This problem is not limited to the territory of science. Harrison’s book been translated into Chinese, and he tells me of some challenging exchanges with the Chinese translator. “We were trying to get on to ‘habit’. So what do you mean by habit? Is it the same as disposition? In the West there’s a whole lexicon of philosophical terms which, when you try to translate them, pose real difficulties. Conceptions of virtue, for example, are central to Territories, but when you try to translate them, when put that in the Chinese context, it’s hard to know how you can even get the argument right.”
Harrison’s intent with this analysis is not simply to deconstruct, to show us all how difficult it is to engage in this dialogue across, and even within, defined linguistic traditions. That science and religion debate has, at one level at least, been at times a dialogue of the wilfully deaf, as a depressing number of religious believers (and not just religious believers, as Theos’ Rescuing Darwin project showed) deny evolution, and a smaller, but no less depressing coterie of ‘scientists’ peddle an exhausted myth about the long–standing and on–going warfare between science and religion.
Harrison makes no disguise of how wearied he is by the state of affairs. It’s not surprising. Having spent a lifetime teasing apart the true nature of the relationship between these shifting territories, to hear people dismiss one or other out of hand, or to recycle long–discredited narratives about warfare must be depressing. “I was at a conference in America earlier this year about the ‘myth that would not die’.” The title is apt but sadly, he admits, “there’s only so much authors can do. After that, you just need good advertising.”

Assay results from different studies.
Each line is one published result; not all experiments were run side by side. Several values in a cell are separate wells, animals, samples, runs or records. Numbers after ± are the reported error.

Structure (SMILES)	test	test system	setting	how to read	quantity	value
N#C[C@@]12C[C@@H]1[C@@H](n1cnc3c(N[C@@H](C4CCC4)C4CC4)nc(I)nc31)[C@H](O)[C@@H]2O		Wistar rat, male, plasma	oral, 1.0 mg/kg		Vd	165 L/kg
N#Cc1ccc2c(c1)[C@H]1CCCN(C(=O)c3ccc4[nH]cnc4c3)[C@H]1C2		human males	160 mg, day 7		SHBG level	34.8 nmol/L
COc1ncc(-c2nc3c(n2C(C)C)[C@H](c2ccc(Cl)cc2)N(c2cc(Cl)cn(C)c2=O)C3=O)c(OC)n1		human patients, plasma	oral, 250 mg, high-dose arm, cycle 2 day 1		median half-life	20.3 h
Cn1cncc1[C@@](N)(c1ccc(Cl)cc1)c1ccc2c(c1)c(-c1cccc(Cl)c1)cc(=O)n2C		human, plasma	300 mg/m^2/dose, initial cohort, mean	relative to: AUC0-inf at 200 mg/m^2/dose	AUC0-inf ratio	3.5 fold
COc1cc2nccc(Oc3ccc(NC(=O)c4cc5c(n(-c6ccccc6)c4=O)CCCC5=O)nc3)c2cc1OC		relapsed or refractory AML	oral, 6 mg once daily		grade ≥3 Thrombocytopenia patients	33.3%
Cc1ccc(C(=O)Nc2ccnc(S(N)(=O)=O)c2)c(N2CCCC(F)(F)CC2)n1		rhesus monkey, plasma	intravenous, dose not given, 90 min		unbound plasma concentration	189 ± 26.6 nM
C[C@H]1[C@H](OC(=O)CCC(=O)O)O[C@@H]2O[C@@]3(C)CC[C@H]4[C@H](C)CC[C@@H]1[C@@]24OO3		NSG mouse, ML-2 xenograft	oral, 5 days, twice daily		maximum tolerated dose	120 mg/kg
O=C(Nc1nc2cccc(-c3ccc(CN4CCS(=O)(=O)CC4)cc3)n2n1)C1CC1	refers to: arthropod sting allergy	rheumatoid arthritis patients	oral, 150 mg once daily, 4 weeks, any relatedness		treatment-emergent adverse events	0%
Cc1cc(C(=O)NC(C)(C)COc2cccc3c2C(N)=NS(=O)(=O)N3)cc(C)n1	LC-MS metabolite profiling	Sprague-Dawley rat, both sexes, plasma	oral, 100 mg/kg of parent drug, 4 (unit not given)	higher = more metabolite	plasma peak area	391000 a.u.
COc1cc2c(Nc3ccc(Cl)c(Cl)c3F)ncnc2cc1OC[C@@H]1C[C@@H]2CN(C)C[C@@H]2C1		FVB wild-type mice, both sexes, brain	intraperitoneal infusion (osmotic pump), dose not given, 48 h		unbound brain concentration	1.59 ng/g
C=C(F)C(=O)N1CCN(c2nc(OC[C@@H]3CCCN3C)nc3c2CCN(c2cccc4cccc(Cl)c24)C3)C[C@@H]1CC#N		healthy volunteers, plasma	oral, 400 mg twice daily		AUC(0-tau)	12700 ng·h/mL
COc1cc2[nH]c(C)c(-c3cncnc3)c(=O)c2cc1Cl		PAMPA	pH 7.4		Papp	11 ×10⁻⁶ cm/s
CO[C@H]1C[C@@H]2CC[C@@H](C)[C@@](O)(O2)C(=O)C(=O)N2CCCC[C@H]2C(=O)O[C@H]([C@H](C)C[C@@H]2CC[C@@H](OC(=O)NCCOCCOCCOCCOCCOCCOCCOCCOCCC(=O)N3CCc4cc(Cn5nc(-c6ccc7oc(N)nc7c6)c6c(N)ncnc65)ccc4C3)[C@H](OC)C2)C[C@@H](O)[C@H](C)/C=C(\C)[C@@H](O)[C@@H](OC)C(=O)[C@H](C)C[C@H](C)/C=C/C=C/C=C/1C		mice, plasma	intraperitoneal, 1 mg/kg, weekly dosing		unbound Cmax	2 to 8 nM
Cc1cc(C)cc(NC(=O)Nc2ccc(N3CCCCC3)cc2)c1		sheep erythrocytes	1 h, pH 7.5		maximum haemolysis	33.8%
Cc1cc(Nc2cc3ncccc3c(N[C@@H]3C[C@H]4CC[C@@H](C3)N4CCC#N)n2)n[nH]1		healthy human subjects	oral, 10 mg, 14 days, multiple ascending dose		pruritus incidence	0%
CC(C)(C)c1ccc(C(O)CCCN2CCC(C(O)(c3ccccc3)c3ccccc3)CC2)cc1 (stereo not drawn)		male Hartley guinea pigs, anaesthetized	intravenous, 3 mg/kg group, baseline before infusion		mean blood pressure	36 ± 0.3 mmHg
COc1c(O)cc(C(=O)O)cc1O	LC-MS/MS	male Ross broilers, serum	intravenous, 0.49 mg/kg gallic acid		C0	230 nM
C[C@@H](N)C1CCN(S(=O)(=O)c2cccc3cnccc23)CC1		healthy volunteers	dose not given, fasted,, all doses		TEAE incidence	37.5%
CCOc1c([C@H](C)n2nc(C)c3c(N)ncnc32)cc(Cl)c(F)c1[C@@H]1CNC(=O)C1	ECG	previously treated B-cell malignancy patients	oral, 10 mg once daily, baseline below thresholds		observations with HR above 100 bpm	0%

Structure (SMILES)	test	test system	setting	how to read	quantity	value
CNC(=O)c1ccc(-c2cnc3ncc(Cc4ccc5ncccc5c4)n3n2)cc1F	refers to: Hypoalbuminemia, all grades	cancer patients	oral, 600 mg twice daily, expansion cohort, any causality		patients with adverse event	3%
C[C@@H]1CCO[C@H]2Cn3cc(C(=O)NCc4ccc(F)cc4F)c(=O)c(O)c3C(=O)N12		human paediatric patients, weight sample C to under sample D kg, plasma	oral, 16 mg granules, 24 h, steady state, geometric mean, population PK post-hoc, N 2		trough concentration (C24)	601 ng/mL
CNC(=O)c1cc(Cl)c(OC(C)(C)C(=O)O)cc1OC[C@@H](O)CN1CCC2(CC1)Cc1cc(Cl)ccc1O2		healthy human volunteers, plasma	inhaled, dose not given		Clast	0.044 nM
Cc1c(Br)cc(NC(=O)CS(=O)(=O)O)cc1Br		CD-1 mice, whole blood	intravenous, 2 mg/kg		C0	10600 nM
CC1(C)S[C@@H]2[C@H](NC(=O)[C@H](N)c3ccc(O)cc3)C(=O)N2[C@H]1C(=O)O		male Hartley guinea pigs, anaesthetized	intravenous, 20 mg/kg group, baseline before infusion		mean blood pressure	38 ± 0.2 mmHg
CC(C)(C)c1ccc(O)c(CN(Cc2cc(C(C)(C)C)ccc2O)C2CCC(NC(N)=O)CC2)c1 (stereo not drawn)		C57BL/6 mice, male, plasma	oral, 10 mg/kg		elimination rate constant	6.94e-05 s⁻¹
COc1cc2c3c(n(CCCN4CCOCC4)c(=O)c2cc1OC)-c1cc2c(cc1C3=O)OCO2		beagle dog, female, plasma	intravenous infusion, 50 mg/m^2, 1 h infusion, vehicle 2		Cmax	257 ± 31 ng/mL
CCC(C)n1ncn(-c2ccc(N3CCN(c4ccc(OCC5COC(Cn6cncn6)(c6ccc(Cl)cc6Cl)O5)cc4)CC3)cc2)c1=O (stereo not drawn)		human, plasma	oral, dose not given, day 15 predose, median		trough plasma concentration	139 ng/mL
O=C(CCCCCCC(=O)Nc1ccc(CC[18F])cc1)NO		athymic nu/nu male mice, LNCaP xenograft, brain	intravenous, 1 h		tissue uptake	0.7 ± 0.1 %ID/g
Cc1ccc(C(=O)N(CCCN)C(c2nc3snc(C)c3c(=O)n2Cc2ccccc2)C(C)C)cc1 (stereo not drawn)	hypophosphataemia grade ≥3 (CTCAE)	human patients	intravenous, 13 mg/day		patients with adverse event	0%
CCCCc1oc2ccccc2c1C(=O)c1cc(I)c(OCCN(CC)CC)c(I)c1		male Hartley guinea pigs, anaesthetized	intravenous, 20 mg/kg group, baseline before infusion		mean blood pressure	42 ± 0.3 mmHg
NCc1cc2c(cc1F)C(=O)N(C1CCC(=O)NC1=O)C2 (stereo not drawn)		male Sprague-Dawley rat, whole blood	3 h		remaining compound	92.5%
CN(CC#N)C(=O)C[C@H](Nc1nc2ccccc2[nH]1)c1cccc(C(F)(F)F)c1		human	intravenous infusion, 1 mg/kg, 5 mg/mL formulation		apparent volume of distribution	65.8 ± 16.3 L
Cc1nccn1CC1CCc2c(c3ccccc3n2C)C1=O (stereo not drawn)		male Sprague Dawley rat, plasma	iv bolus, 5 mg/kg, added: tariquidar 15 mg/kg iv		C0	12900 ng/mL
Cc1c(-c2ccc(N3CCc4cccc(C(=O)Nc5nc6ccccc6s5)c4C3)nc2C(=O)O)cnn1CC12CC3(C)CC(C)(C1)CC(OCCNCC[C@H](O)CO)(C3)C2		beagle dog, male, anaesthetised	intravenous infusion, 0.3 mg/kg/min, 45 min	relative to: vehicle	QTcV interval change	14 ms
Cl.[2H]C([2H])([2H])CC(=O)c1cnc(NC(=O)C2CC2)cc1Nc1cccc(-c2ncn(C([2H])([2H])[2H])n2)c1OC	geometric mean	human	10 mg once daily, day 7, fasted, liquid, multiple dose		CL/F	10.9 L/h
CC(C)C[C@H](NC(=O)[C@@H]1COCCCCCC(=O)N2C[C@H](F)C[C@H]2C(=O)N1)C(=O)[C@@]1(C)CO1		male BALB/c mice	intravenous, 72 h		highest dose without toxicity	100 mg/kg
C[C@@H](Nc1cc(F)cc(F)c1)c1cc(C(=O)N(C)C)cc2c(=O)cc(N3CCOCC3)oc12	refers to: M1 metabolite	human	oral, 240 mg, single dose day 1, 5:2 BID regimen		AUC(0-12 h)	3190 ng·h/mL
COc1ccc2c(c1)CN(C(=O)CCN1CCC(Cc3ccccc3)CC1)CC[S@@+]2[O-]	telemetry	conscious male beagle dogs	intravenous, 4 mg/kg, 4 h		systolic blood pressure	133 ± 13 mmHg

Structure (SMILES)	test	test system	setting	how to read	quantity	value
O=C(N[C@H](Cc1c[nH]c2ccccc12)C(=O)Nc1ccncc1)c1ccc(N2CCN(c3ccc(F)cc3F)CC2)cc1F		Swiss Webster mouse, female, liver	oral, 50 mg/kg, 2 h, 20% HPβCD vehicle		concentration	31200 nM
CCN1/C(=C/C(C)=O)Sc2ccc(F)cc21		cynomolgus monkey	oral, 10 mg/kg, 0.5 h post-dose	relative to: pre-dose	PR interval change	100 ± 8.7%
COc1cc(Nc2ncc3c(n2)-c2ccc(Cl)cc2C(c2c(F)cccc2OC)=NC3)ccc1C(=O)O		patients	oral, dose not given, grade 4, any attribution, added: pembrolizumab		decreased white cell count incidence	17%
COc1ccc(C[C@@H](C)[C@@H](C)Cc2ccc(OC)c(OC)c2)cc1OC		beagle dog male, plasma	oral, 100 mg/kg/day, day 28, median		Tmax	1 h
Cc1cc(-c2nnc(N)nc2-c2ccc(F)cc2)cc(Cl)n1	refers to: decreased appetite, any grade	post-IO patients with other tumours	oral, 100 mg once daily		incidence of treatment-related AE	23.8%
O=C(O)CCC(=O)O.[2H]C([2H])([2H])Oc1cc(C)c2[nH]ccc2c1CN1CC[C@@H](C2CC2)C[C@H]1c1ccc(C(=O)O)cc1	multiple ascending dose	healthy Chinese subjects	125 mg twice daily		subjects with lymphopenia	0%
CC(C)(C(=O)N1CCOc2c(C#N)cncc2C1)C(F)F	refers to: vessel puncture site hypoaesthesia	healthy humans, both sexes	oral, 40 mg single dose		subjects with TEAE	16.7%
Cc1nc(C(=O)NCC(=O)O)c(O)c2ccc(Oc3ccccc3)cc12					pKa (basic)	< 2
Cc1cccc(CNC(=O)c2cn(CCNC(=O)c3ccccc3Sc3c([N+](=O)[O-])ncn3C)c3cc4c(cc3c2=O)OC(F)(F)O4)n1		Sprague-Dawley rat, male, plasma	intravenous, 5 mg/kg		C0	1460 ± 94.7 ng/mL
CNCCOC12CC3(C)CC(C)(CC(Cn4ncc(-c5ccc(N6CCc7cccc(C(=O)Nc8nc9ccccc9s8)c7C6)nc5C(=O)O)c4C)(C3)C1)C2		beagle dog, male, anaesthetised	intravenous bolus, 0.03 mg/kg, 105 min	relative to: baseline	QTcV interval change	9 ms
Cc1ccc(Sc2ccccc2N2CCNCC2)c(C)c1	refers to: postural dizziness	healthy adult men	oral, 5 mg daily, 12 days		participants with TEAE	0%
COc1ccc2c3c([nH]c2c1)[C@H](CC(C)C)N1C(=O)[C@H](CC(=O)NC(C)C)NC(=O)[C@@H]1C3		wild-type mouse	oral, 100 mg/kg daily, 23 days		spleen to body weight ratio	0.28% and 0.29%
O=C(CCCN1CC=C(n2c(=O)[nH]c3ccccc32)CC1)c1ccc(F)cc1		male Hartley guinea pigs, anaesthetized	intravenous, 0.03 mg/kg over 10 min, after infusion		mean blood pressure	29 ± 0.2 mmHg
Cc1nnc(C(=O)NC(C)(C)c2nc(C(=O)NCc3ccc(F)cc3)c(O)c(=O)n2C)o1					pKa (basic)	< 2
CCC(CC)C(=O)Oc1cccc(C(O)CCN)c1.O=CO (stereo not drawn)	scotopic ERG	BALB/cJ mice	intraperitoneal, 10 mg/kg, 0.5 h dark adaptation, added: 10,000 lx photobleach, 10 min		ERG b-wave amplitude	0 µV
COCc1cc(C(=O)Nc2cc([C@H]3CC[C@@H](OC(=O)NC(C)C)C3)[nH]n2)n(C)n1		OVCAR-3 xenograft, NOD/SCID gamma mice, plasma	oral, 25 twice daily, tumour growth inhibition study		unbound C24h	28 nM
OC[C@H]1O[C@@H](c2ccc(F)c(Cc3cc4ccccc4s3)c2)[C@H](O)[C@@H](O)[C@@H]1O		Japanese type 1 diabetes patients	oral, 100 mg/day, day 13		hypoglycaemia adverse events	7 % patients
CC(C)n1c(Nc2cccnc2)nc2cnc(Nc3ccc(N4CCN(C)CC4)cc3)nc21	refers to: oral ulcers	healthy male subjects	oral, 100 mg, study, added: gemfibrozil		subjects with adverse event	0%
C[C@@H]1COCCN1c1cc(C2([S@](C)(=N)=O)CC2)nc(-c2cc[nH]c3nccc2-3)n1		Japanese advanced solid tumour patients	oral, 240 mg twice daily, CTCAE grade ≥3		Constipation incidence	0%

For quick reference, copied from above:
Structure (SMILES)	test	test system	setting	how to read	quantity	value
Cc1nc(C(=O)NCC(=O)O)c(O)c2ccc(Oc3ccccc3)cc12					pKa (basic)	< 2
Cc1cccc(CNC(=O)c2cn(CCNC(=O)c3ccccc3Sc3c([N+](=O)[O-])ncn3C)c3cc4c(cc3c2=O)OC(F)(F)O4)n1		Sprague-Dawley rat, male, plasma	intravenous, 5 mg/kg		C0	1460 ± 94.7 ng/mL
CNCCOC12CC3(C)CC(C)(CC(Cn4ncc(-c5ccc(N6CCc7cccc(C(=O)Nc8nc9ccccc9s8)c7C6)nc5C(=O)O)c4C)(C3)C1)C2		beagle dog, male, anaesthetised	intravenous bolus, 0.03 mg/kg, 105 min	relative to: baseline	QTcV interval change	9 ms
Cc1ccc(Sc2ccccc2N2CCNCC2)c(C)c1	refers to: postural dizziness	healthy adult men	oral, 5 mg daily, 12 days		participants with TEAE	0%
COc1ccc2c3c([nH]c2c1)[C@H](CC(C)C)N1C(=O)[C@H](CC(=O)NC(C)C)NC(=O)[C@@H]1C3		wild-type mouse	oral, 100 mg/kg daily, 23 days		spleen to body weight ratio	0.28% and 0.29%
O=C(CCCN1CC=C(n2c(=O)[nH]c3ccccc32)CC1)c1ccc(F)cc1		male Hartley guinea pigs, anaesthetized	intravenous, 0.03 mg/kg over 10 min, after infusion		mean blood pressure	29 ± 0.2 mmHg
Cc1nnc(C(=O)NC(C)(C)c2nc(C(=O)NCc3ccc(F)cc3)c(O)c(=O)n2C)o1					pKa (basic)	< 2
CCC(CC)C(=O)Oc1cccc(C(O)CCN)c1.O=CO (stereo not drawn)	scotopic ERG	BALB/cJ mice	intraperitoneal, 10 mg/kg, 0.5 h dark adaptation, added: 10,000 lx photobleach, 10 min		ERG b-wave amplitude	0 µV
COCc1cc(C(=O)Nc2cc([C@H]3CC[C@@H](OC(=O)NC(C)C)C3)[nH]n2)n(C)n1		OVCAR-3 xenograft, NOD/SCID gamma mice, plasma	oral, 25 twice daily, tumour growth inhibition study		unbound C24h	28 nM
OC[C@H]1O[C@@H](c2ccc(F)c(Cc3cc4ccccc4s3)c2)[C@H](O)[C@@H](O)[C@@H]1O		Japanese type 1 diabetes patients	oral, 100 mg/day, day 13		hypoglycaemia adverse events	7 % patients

He’s probably right, but advertising is ultimately parasitic and without a good product it is empty air. Harrison has a number of other projects on the go, not least a forthcoming article which looks at the (in)famous Credo quia absurdum, usually translated “I believe because it is absurd”, attributed to Tertullian. This has long been cherished by anti–clericals (like Voltaire), agnostics (Darwin quoted it in his autobiography), and atheists (most recently Dawkins) as a gloriously frank example of Christianity’s wilful idiocy. Yet, Harrison’s work traces how the phrase was discovered, used, translated, and attributed in some tellingly different ways, in early modern Europe, from Thomas Browne, through Locke, through Voltaire and beyond. In so doing, he throws new and revealing light on what Tertullian meant versus how he has been interpreted and is understood by the polemicists.
It is precisely the kind of painstaking scholarly attention to detail that the public debate that rages over these shifting territories needs. Harrison may be right when he suggests that such work is not sufficient, and that the science and religion debate needs new narrators and new advertisers. But even if it is not sufficient, it is certainly necessary.
Nick Spencer is Research Director at Theos
Peter Harrison is Australian Laureate Fellow and Director of the Institute for Advanced Studies in the Humanities at the University of Queensland. His book The Territories of Science and Religion is available here.
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Image from wikimedia.org, available in the public domain.